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Hi,

For almost 2 years now, I've been riding the Zipp 60s wheels. I liked them overall despite the fact that the hubs, in my personal opinion were very average.

Lately, I had an issue with my freewheel and Zipp changed my 60s for a pair of 404 firecrest, because apparently, the 60s are now discontinued.

Anyhow, the main reason why I chose the 60s in the first place, was because I felt right at home with an alloy breaking surface in wet and dry conditions. I've had a few wheels in the past with a carbon braking surface and I found that they scream when braking and are worthless in wet conditions. Also, if I want to a big climb in Europe, I don't want to have any problems with heat dissipation or worse, I don't want the wheel to delaminate.

Do you guys have any advice when it comes to stopping power in the wet using a full carbon wheel? Should I sell my 404 firecrest to get something like a Dura Ace C50 set? Should I buy something like a pair of ksyrium wheel for climbing/wet conditions and keep the 404s for the flat?

Keep in mind that I am looking for a top of the range wheel; I found that most of the carbon wheels with an alloy braking surface are usually entry level. Other than C50s, do you guys know of any 50-60 mm deep wheel that competes with them?

Thanks for your advice!

A confused cyclist.
 

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Both Zipp and Enve new wheels have improved brake tracks that perform (claimed anyway) as good as alloy dry, and some say better wet. You probably still need to be smart on long steep descents, alternating front to back to allow cooling if you are trying to keep the speed way down. Textured tracks on the Enve's do make an airplane like noise stopping, but not loud and certainly not what I would call annoying, interesting perhaps. I can't speak to the Zipps and noise, don't own them.
 

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Perhaps for climbing, something like the Dura Ace C24 would be better. The 303, C50 etc are designed for fast, flat routes
 

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Forever a Student
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Do you guys have any advice when it comes to stopping power in the wet using a full carbon wheel? Should I sell my 404 firecrest to get something like a Dura Ace C50 set? Should I buy something like a pair of ksyrium wheel for climbing/wet conditions and keep the 404s for the flat?

Keep in mind that I am looking for a top of the range wheel; I found that most of the carbon wheels with an alloy braking surface are usually entry level. Other than C50s, do you guys know of any 50-60 mm deep wheel that competes with them?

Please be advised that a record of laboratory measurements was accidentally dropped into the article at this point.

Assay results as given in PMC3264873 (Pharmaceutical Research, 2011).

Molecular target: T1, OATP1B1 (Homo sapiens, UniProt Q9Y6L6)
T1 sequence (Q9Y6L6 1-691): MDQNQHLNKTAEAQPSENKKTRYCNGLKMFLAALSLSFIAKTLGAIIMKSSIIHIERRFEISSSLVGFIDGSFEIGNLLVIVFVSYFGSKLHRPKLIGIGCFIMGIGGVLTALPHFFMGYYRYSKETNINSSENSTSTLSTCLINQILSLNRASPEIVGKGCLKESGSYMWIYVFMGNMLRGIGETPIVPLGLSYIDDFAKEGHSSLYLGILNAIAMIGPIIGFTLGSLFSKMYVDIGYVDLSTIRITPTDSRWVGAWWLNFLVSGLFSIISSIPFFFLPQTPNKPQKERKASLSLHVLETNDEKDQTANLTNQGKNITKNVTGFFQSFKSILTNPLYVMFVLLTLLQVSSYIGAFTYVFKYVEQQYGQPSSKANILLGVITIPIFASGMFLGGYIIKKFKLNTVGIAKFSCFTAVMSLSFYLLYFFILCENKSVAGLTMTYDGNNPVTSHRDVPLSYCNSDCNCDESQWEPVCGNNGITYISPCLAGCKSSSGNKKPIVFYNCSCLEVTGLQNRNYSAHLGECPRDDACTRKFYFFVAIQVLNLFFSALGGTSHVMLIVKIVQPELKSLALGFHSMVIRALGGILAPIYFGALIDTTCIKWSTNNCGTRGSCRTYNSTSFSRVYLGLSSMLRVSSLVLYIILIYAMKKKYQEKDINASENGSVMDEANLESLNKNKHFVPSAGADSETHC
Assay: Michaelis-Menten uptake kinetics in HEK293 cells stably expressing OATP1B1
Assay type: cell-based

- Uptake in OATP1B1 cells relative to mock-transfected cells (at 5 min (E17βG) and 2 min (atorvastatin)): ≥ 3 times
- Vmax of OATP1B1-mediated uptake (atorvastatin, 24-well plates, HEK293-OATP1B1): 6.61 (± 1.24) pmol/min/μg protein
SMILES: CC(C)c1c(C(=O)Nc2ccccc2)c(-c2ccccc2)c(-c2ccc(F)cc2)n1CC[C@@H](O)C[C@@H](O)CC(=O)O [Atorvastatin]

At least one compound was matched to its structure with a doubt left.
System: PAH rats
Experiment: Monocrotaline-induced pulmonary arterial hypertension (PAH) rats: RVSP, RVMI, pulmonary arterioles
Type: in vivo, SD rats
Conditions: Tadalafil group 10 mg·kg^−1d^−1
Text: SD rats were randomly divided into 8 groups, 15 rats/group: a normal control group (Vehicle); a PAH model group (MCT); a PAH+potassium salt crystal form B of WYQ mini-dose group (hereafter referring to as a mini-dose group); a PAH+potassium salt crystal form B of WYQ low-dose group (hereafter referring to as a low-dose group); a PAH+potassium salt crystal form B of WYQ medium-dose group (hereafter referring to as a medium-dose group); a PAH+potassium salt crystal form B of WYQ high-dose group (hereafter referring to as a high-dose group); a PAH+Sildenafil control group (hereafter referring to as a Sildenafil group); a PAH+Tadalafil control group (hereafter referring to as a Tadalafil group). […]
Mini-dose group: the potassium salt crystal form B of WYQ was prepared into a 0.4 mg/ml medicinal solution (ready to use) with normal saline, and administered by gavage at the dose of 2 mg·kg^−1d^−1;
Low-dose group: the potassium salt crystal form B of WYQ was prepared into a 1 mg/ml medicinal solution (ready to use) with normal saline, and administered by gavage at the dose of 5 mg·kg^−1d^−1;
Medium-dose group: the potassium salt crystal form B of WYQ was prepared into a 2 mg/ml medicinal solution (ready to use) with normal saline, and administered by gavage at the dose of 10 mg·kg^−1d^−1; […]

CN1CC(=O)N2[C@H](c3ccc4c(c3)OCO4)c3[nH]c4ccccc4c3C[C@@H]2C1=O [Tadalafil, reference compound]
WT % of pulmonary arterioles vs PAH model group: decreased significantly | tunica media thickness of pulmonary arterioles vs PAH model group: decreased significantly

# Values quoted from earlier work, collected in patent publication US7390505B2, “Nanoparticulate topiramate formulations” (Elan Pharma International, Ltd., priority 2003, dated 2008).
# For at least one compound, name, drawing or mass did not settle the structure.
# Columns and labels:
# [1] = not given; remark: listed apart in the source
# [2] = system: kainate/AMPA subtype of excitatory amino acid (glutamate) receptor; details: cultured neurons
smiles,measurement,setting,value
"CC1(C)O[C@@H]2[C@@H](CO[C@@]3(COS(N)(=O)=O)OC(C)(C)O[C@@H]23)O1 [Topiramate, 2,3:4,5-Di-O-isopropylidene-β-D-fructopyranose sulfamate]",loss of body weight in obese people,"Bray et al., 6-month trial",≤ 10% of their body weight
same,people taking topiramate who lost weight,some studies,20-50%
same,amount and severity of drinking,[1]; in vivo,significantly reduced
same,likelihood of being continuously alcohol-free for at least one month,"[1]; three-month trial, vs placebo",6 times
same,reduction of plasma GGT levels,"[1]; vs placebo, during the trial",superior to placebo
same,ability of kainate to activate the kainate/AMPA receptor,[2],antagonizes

You have to brake way early. You have to brake early enough where you allow the pads to sort of dry out the brake track before biting. What I mean is that when you pull the lever, nothing happens really, the brake track is wet and needs to be cleared. So you hold the lever and keep applying pressure and at some point it'll catch. Once the brake track is cleared off mostly and the pads start to heat it'll catch and work pretty normally. But as soon as you let off for a bit you have to do this all over.

Your choice really on whether or not to keep the Zipp wheels. You'll just have to try it out for yourself to see. I found braking in the wet on Enve wheels to be straight up dangerous and not worth my time. I have some Knight wheels that do much better. The pads and the texture of the carbon braking surface do a lot to help/change things. Zipps are known for having good braking for carbon wheels and also good heat tolerance so you have a pretty good carbon rim, but it's still carbon.

There are quite a few deep clinchers that can compete with the C50 that have metal brake tracks. Mavic comes to mind but I'm not a fan of the company or their parts. Swissside Hadron comes to mind. FLO comes to mind. The C50 is quite solid though. The new C40 and C60 will be available soon as well.
 

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I found braking in the wet on Enve wheels to be straight up dangerous and not worth my time.
Was this the new style rims or last year?
 

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I rode in the rain today. Right at the end of the ride we go over a big bridge, 17th street causeway, a tall, 2200 ft long bridge. I was toward the back of the group as we reached the peak, but there was only 1 rider ahead of me as we railed down, me dragging the rear brake to hold about 26-27 mph in the rain, while all the carbon wheeled bikes rode the brakes all the way down. I have aluminum brakes on the Shimano C50 wheels. Even as the light at the base turned red I had no issues stopping. Everyone else had no issues either but they were also moving slower
 

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Wandering
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Anyone have experience with the new Boyd wheels & their 'textured' brake track?
 
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